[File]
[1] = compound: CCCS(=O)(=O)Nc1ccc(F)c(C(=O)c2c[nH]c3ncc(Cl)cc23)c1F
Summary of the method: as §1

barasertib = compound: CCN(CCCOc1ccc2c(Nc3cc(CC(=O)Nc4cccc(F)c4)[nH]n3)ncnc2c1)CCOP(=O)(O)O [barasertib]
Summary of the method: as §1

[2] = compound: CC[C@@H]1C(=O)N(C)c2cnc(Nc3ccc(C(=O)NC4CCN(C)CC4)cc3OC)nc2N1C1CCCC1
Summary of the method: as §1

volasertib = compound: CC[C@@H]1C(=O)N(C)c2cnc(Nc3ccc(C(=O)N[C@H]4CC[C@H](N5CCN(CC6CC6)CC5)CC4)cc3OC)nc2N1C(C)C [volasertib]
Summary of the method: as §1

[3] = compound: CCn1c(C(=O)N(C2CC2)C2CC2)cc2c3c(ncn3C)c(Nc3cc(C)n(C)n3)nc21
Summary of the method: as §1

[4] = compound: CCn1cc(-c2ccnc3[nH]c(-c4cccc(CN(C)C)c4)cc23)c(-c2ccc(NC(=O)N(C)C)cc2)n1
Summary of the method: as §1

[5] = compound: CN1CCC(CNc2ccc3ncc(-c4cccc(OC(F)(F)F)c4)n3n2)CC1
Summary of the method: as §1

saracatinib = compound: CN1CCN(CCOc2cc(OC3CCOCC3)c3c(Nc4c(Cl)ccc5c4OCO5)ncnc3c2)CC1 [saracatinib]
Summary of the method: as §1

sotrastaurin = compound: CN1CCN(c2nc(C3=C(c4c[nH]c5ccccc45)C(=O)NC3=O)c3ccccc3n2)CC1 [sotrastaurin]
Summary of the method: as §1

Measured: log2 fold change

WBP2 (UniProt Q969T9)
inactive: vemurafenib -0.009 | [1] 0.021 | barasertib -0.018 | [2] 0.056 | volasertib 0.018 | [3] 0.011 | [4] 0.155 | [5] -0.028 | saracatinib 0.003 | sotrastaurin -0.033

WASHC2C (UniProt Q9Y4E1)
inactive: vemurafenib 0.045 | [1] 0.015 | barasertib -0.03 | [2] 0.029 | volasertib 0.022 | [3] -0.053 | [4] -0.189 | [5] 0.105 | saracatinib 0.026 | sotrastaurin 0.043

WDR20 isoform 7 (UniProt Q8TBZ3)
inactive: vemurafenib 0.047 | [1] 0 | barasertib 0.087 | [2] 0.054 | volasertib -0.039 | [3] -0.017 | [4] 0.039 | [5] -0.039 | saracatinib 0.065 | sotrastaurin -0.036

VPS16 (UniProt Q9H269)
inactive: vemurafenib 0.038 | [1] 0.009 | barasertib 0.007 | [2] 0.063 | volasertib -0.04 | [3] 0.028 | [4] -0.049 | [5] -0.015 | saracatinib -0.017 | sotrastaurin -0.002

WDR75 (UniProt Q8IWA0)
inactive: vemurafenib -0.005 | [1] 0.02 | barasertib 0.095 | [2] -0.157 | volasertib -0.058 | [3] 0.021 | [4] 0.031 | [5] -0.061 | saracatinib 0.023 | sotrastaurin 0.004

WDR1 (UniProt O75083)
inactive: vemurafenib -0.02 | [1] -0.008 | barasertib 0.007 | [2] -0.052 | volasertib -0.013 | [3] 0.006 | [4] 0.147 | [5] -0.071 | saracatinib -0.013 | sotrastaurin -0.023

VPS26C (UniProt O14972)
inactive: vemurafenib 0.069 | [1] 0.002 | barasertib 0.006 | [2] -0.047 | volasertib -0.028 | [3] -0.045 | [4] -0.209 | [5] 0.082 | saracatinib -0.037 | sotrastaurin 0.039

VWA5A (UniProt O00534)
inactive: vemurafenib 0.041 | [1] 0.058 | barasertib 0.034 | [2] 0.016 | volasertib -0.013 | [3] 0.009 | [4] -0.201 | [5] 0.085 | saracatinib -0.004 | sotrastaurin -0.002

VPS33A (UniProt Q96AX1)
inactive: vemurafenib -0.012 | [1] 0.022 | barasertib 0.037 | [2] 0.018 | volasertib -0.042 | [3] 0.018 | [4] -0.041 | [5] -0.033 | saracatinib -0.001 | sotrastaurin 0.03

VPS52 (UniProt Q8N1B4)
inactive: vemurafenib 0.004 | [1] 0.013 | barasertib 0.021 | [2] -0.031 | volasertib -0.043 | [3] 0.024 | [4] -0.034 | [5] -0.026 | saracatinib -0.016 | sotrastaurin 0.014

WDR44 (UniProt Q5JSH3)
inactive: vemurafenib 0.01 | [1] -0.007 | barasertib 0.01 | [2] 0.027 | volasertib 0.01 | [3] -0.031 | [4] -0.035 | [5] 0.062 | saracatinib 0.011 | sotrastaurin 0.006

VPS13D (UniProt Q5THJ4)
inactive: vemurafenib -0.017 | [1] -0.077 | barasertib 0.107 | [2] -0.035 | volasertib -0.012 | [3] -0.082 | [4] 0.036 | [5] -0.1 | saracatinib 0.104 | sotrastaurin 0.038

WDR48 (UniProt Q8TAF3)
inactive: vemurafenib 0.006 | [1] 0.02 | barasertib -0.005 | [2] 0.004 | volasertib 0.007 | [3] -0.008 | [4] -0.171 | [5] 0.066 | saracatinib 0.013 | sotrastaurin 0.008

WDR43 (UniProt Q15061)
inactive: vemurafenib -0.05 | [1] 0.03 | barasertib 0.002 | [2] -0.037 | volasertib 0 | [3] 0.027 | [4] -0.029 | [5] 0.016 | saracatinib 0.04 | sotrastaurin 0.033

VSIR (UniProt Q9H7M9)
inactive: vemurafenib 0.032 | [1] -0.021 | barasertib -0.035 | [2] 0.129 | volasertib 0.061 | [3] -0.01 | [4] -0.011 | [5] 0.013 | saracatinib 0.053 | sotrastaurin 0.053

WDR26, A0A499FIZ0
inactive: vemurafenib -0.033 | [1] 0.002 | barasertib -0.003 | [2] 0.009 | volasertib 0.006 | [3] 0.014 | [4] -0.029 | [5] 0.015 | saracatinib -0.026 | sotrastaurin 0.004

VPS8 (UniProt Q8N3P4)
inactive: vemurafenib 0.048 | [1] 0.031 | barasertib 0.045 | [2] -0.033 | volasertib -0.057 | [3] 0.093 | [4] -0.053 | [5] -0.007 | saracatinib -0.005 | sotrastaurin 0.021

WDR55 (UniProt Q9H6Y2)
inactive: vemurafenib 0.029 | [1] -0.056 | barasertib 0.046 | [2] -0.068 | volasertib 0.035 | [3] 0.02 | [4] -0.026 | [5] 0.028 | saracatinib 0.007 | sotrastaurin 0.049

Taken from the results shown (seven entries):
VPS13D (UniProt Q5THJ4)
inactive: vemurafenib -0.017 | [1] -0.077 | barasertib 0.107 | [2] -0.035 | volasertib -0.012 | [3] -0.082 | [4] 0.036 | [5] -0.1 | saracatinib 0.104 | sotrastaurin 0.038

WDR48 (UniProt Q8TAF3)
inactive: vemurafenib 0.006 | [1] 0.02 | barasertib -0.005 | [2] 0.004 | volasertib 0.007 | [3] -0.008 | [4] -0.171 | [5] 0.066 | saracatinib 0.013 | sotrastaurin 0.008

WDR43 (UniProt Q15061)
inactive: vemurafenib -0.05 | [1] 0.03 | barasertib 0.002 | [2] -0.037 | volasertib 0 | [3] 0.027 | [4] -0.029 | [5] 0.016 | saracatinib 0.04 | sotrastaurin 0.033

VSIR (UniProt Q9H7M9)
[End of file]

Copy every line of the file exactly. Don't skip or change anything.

[1] = compound: CCCS(=O)(=O)Nc1ccc(F)c(C(=O)c2c[nH]c3ncc(Cl)cc23)c1F
Summary of the method: as §1

barasertib = compound: CCN(CCCOc1ccc2c(Nc3cc(CC(=O)Nc4cccc(F)c4)[nH]n3)ncnc2c1)CCOP(=O)(O)O [barasertib]
Summary of the method: as §1

[2] = compound: CC[C@@H]1C(=O)N(C)c2cnc(Nc3ccc(C(=O)NC4CCN(C)CC4)cc3OC)nc2N1C1CCCC1
Summary of the method: as §1

volasertib = compound: CC[C@@H]1C(=O)N(C)c2cnc(Nc3ccc(C(=O)N[C@H]4CC[C@H](N5CCN(CC6CC6)CC5)CC4)cc3OC)nc2N1C(C)C [volasertib]
Summary of the method: as §1

[3] = compound: CCn1c(C(=O)N(C2CC2)C2CC2)cc2c3c(ncn3C)c(Nc3cc(C)n(C)n3)nc21
Summary of the method: as §1

[4] = compound: CCn1cc(-c2ccnc3[nH]c(-c4cccc(CN(C)C)c4)cc23)c(-c2ccc(NC(=O)N(C)C)cc2)n1
Summary of the method: as §1

[5] = compound: CN1CCC(CNc2ccc3ncc(-c4cccc(OC(F)(F)F)c4)n3n2)CC1
Summary of the method: as §1

saracatinib = compound: CN1CCN(CCOc2cc(OC3CCOCC3)c3c(Nc4c(Cl)ccc5c4OCO5)ncnc3c2)CC1 [saracatinib]
Summary of the method: as §1

sotrastaurin = compound: CN1CCN(c2nc(C3=C(c4c[nH]c5ccccc45)C(=O)NC3=O)c3ccccc3n2)CC1 [sotrastaurin]
Summary of the method: as §1

Measured: log2 fold change

WBP2 (UniProt Q969T9)
inactive: vemurafenib -0.009 | [1] 0.021 | barasertib -0.018 | [2] 0.056 | volasertib 0.018 | [3] 0.011 | [4] 0.155 | [5] -0.028 | saracatinib 0.003 | sotrastaurin -0.033

WASHC2C (UniProt Q9Y4E1)
inactive: vemurafenib 0.045 | [1] 0.015 | barasertib -0.03 | [2] 0.029 | volasertib 0.022 | [3] -0.053 | [4] -0.189 | [5] 0.105 | saracatinib 0.026 | sotrastaurin 0.043

WDR20 isoform 7 (UniProt Q8TBZ3)
inactive: vemurafenib 0.047 | [1] 0 | barasertib 0.087 | [2] 0.054 | volasertib -0.039 | [3] -0.017 | [4] 0.039 | [5] -0.039 | saracatinib 0.065 | sotrastaurin -0.036

VPS16 (UniProt Q9H269)
inactive: vemurafenib 0.038 | [1] 0.009 | barasertib 0.007 | [2] 0.063 | volasertib -0.04 | [3] 0.028 | [4] -0.049 | [5] -0.015 | saracatinib -0.017 | sotrastaurin -0.002

WDR75 (UniProt Q8IWA0)
inactive: vemurafenib -0.005 | [1] 0.02 | barasertib 0.095 | [2] -0.157 | volasertib -0.058 | [3] 0.021 | [4] 0.031 | [5] -0.061 | saracatinib 0.023 | sotrastaurin 0.004

WDR1 (UniProt O75083)
inactive: vemurafenib -0.02 | [1] -0.008 | barasertib 0.007 | [2] -0.052 | volasertib -0.013 | [3] 0.006 | [4] 0.147 | [5] -0.071 | saracatinib -0.013 | sotrastaurin -0.023

VPS26C (UniProt O14972)
inactive: vemurafenib 0.069 | [1] 0.002 | barasertib 0.006 | [2] -0.047 | volasertib -0.028 | [3] -0.045 | [4] -0.209 | [5] 0.082 | saracatinib -0.037 | sotrastaurin 0.039

VWA5A (UniProt O00534)
inactive: vemurafenib 0.041 | [1] 0.058 | barasertib 0.034 | [2] 0.016 | volasertib -0.013 | [3] 0.009 | [4] -0.201 | [5] 0.085 | saracatinib -0.004 | sotrastaurin -0.002

VPS33A (UniProt Q96AX1)
inactive: vemurafenib -0.012 | [1] 0.022 | barasertib 0.037 | [2] 0.018 | volasertib -0.042 | [3] 0.018 | [4] -0.041 | [5] -0.033 | saracatinib -0.001 | sotrastaurin 0.03

VPS52 (UniProt Q8N1B4)
inactive: vemurafenib 0.004 | [1] 0.013 | barasertib 0.021 | [2] -0.031 | volasertib -0.043 | [3] 0.024 | [4] -0.034 | [5] -0.026 | saracatinib -0.016 | sotrastaurin 0.014

WDR44 (UniProt Q5JSH3)
inactive: vemurafenib 0.01 | [1] -0.007 | barasertib 0.01 | [2] 0.027 | volasertib 0.01 | [3] -0.031 | [4] -0.035 | [5] 0.062 | saracatinib 0.011 | sotrastaurin 0.006

VPS13D (UniProt Q5THJ4)
inactive: vemurafenib -0.017 | [1] -0.077 | barasertib 0.107 | [2] -0.035 | volasertib -0.012 | [3] -0.082 | [4] 0.036 | [5] -0.1 | saracatinib 0.104 | sotrastaurin 0.038

WDR48 (UniProt Q8TAF3)
inactive: vemurafenib 0.006 | [1] 0.02 | barasertib -0.005 | [2] 0.004 | volasertib 0.007 | [3] -0.008 | [4] -0.171 | [5] 0.066 | saracatinib 0.013 | sotrastaurin 0.008

WDR43 (UniProt Q15061)
inactive: vemurafenib -0.05 | [1] 0.03 | barasertib 0.002 | [2] -0.037 | volasertib 0 | [3] 0.027 | [4] -0.029 | [5] 0.016 | saracatinib 0.04 | sotrastaurin 0.033

VSIR (UniProt Q9H7M9)
inactive: vemurafenib 0.032 | [1] -0.021 | barasertib -0.035 | [2] 0.129 | volasertib 0.061 | [3] -0.01 | [4] -0.011 | [5] 0.013 | saracatinib 0.053 | sotrastaurin 0.053

WDR26, A0A499FIZ0
inactive: vemurafenib -0.033 | [1] 0.002 | barasertib -0.003 | [2] 0.009 | volasertib 0.006 | [3] 0.014 | [4] -0.029 | [5] 0.015 | saracatinib -0.026 | sotrastaurin 0.004

VPS8 (UniProt Q8N3P4)
inactive: vemurafenib 0.048 | [1] 0.031 | barasertib 0.045 | [2] -0.033 | volasertib -0.057 | [3] 0.093 | [4] -0.053 | [5] -0.007 | saracatinib -0.005 | sotrastaurin 0.021

WDR55 (UniProt Q9H6Y2)
inactive: vemurafenib 0.029 | [1] -0.056 | barasertib 0.046 | [2] -0.068 | volasertib 0.035 | [3] 0.02 | [4] -0.026 | [5] 0.028 | saracatinib 0.007 | sotrastaurin 0.049

Taken from the results shown (seven entries):
VPS13D (UniProt Q5THJ4)
inactive: vemurafenib -0.017 | [1] -0.077 | barasertib 0.107 | [2] -0.035 | volasertib -0.012 | [3] -0.082 | [4] 0.036 | [5] -0.1 | saracatinib 0.104 | sotrastaurin 0.038

WDR48 (UniProt Q8TAF3)
inactive: vemurafenib 0.006 | [1] 0.02 | barasertib -0.005 | [2] 0.004 | volasertib 0.007 | [3] -0.008 | [4] -0.171 | [5] 0.066 | saracatinib 0.013 | sotrastaurin 0.008

WDR43 (UniProt Q15061)
inactive: vemurafenib -0.05 | [1] 0.03 | barasertib 0.002 | [2] -0.037 | volasertib 0 | [3] 0.027 | [4] -0.029 | [5] 0.016 | saracatinib 0.04 | sotrastaurin 0.033

VSIR (UniProt Q9H7M9)